(Saket Suman can be contacted at email@example.com)
A recent novel, Radius 200 by author Vee gpal, has two facts at the centre of the fictiol rrative that she weaves. “Impending water scarcity and the very real danger of an Sino-Indian conflict over this precious resource,” says gpal in the context of her book that was launched with much fanfare at the Jaipur Literature Festival in January.
“I had once seen a small video made by ex-President A.P.J. Abdul Kalam. It very graphically depicted what water scarcity could do to human beings. Later, experts began predicting that the Third World War could be triggered by water scarcity — and that Asia was a flash point. India relies on the river Brahmaputra for 30 per cent of its water needs. Chi is building the world’s largest dam to divert the waters of the Brahmaputra to its own territory. Once the dam becomes a reality Chi could, at will, flood India or starve it of water,” gpal told IANS in an interview.
This impending water crisis, coupled with the “deteriorating politico-military relationships within India”, led the author to speculate.
“What if a top-ranking Indian general took it into his head to blow up the Chinese dam? What deadly sequence of events would follow — retaliatory nuclear attack? An Exclusion Zone? What if two lovers were separated — one inside the Exclusion Zone and one outside?” she asked.
And this is what happens in the novel. Like the meeting point of three rivers, Radius 200 is the confluence of three stories: The story follows Kyra, a jourlist in search of her lost love; and Arjun, a geologist, passiotely seeking the lost river Saraswati. Their rrative is intertwined with the story of Om, an Indian Army officer, now in a vegetative state, grappling with lost memories of two decades ago, when a general triggered a nuclear attack by blowing up Chi’s dam on the Brahmaputra.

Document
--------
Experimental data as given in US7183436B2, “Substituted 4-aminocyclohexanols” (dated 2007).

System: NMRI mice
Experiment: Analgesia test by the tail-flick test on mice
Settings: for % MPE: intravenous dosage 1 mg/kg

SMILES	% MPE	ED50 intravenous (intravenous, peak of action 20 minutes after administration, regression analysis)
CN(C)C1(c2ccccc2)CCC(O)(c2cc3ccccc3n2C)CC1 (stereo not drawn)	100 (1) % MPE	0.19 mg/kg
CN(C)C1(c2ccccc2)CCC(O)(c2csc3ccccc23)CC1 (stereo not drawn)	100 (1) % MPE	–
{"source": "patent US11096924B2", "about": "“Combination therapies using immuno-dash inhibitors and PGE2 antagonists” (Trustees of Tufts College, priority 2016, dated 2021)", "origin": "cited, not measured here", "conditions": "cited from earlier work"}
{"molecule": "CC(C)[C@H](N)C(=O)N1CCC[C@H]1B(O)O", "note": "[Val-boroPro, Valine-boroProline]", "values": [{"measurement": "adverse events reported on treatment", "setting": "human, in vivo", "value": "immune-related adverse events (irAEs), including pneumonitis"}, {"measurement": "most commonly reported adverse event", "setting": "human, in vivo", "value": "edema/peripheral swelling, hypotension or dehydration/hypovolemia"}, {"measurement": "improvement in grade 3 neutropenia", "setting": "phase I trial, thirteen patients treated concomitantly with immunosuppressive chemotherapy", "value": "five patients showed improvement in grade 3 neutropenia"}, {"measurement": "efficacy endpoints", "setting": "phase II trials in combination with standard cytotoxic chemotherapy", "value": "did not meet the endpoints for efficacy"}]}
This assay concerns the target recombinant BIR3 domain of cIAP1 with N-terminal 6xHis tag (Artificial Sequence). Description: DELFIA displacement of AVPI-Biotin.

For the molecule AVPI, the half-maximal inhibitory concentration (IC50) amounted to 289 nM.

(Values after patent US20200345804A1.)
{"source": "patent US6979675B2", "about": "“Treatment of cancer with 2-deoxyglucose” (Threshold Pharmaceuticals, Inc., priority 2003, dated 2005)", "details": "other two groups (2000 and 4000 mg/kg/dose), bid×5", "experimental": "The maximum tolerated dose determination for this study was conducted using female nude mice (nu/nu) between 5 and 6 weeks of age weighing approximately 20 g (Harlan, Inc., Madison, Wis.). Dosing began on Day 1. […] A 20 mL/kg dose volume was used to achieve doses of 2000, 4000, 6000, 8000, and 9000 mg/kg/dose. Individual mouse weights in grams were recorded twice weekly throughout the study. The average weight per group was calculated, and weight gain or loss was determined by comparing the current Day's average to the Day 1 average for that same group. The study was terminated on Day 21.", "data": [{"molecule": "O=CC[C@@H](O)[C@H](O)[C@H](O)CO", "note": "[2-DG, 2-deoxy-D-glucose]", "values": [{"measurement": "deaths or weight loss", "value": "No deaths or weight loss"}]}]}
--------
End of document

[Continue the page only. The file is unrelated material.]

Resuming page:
The core of the plot is set against the deadly power struggle within a tiny band of nuclear survivors, desperately seeking water within the 200-kilometre radius of a devastated “Exclusion Zone”. The book depicts two contrasting realities — the life of the tiny band of survivors inside the “Exclusion Zone” and life outside.
“As a novelist I see myself more as an observer and chronicler of human relationships working out in different conditions — sometimes even extreme situations. I do not set out to ‘highlight’ any ‘issue’. If the credibility of my fictiol universe does end up drawing attention to a vital issue, for me it is a bonus,” she said.
The author said that most of us live in our own small worlds — a limited circle of sorts — and we operate within these circles.
“So I see these billions of small circles and where they intersect is where relationships happen — love, hate, jealousy, power struggles. Then there are also those larger circles that represent the life of tions, the life of this earth we live on. I find it fasciting to imagine what happens in the space where these little circles — each with its own baggage of emotions and relationships — intersect with the larger circles; when individual concerns — unexpressed loves, unfulfilled ambitions — collide against the larger forces at work in this world,” elaborated gpal, who has authored seven previous books, four of which are for children.
gpal said that in today’s world, there is a combition of water scarcity and nuclear proliferation. And amid this “highly volatile geo-political environment,” there is a “disgruntled defence force” in India.
“So I just had to explore how human relationships would work out in this extreme situation,” she contended. (IANS)